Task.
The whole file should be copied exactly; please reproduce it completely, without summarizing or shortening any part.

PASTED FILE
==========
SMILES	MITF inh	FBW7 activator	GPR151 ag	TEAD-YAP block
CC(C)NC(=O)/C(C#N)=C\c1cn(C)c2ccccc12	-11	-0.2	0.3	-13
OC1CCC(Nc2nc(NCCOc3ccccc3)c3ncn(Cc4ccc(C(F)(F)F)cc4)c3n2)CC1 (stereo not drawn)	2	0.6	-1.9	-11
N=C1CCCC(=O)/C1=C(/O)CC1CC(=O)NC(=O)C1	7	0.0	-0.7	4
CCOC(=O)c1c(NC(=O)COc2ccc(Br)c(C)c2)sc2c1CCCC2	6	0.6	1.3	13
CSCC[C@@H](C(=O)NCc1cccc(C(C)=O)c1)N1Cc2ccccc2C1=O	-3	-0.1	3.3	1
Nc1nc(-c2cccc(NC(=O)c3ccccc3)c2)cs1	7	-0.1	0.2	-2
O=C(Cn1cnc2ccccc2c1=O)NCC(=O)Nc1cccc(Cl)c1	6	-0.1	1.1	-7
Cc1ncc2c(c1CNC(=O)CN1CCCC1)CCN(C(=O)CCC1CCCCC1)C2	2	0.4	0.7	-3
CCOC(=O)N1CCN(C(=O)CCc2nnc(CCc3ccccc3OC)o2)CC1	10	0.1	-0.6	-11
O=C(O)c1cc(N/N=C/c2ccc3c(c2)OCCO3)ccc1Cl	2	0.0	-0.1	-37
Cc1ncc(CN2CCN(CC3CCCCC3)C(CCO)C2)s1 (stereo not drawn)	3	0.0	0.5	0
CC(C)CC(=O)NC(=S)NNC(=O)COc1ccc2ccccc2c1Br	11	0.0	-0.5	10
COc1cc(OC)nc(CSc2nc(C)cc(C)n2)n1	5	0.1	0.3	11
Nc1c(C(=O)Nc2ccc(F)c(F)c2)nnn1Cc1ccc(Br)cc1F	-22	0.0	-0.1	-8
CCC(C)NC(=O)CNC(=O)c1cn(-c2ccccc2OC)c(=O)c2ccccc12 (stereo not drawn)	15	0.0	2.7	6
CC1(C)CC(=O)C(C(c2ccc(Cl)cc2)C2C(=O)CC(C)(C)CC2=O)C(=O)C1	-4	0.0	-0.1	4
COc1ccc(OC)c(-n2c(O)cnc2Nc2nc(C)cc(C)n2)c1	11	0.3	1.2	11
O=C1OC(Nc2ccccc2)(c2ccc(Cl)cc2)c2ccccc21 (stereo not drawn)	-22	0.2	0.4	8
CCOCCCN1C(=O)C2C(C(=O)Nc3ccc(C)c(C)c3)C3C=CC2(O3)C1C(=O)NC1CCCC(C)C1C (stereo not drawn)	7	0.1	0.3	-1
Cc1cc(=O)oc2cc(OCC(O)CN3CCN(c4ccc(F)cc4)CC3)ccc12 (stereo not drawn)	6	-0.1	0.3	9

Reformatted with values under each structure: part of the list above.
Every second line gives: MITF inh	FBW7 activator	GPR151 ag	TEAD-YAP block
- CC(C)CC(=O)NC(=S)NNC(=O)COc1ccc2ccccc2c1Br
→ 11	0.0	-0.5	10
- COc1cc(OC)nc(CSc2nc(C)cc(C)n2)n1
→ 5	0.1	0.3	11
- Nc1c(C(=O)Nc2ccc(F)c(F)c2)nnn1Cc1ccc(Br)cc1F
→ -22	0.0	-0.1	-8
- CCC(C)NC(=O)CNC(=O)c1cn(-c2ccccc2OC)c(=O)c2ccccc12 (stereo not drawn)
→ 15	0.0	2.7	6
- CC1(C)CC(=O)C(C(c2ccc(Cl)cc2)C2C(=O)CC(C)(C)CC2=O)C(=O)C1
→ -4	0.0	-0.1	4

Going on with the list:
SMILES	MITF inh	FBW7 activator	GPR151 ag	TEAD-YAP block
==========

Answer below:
SMILES	MITF inh	FBW7 activator	GPR151 ag	TEAD-YAP block
CC(C)NC(=O)/C(C#N)=C\c1cn(C)c2ccccc12	-11	-0.2	0.3	-13
OC1CCC(Nc2nc(NCCOc3ccccc3)c3ncn(Cc4ccc(C(F)(F)F)cc4)c3n2)CC1 (stereo not drawn)	2	0.6	-1.9	-11
N=C1CCCC(=O)/C1=C(/O)CC1CC(=O)NC(=O)C1	7	0.0	-0.7	4
CCOC(=O)c1c(NC(=O)COc2ccc(Br)c(C)c2)sc2c1CCCC2	6	0.6	1.3	13
CSCC[C@@H](C(=O)NCc1cccc(C(C)=O)c1)N1Cc2ccccc2C1=O	-3	-0.1	3.3	1
Nc1nc(-c2cccc(NC(=O)c3ccccc3)c2)cs1	7	-0.1	0.2	-2
O=C(Cn1cnc2ccccc2c1=O)NCC(=O)Nc1cccc(Cl)c1	6	-0.1	1.1	-7
Cc1ncc2c(c1CNC(=O)CN1CCCC1)CCN(C(=O)CCC1CCCCC1)C2	2	0.4	0.7	-3
CCOC(=O)N1CCN(C(=O)CCc2nnc(CCc3ccccc3OC)o2)CC1	10	0.1	-0.6	-11
O=C(O)c1cc(N/N=C/c2ccc3c(c2)OCCO3)ccc1Cl	2	0.0	-0.1	-37
Cc1ncc(CN2CCN(CC3CCCCC3)C(CCO)C2)s1 (stereo not drawn)	3	0.0	0.5	0
CC(C)CC(=O)NC(=S)NNC(=O)COc1ccc2ccccc2c1Br	11	0.0	-0.5	10
COc1cc(OC)nc(CSc2nc(C)cc(C)n2)n1	5	0.1	0.3	11
Nc1c(C(=O)Nc2ccc(F)c(F)c2)nnn1Cc1ccc(Br)cc1F	-22	0.0	-0.1	-8
CCC(C)NC(=O)CNC(=O)c1cn(-c2ccccc2OC)c(=O)c2ccccc12 (stereo not drawn)	15	0.0	2.7	6
CC1(C)CC(=O)C(C(c2ccc(Cl)cc2)C2C(=O)CC(C)(C)CC2=O)C(=O)C1	-4	0.0	-0.1	4
COc1ccc(OC)c(-n2c(O)cnc2Nc2nc(C)cc(C)n2)c1	11	0.3	1.2	11
O=C1OC(Nc2ccccc2)(c2ccc(Cl)cc2)c2ccccc21 (stereo not drawn)	-22	0.2	0.4	8
CCOCCCN1C(=O)C2C(C(=O)Nc3ccc(C)c(C)c3)C3C=CC2(O3)C1C(=O)NC1CCCC(C)C1C (stereo not drawn)	7	0.1	0.3	-1
Cc1cc(=O)oc2cc(OCC(O)CN3CCN(c4ccc(F)cc4)CC3)ccc12 (stereo not drawn)	6	-0.1	0.3	9

Reformatted with values under each structure: part of the list above.
Every second line gives: MITF inh	FBW7 activator	GPR151 ag	TEAD-YAP block
- CC(C)CC(=O)NC(=S)NNC(=O)COc1ccc2ccccc2c1Br
→ 11	0.0	-0.5	10
- COc1cc(OC)nc(CSc2nc(C)cc(C)n2)n1
→ 5	0.1	0.3	11
- Nc1c(C(=O)Nc2ccc(F)c(F)c2)nnn1Cc1ccc(Br)cc1F
→ -22	0.0	-0.1	-8
- CCC(C)NC(=O)CNC(=O)c1cn(-c2ccccc2OC)c(=O)c2ccccc12 (stereo not drawn)
→ 15	0.0	2.7	6
- CC1(C)CC(=O)C(C(c2ccc(Cl)cc2)C2C(=O)CC(C)(C)CC2=O)C(=O)C1
→ -4	0.0	-0.1	4

Going on with the list:
SMILES	MITF inh	FBW7 activator	GPR151 ag	TEAD-YAP block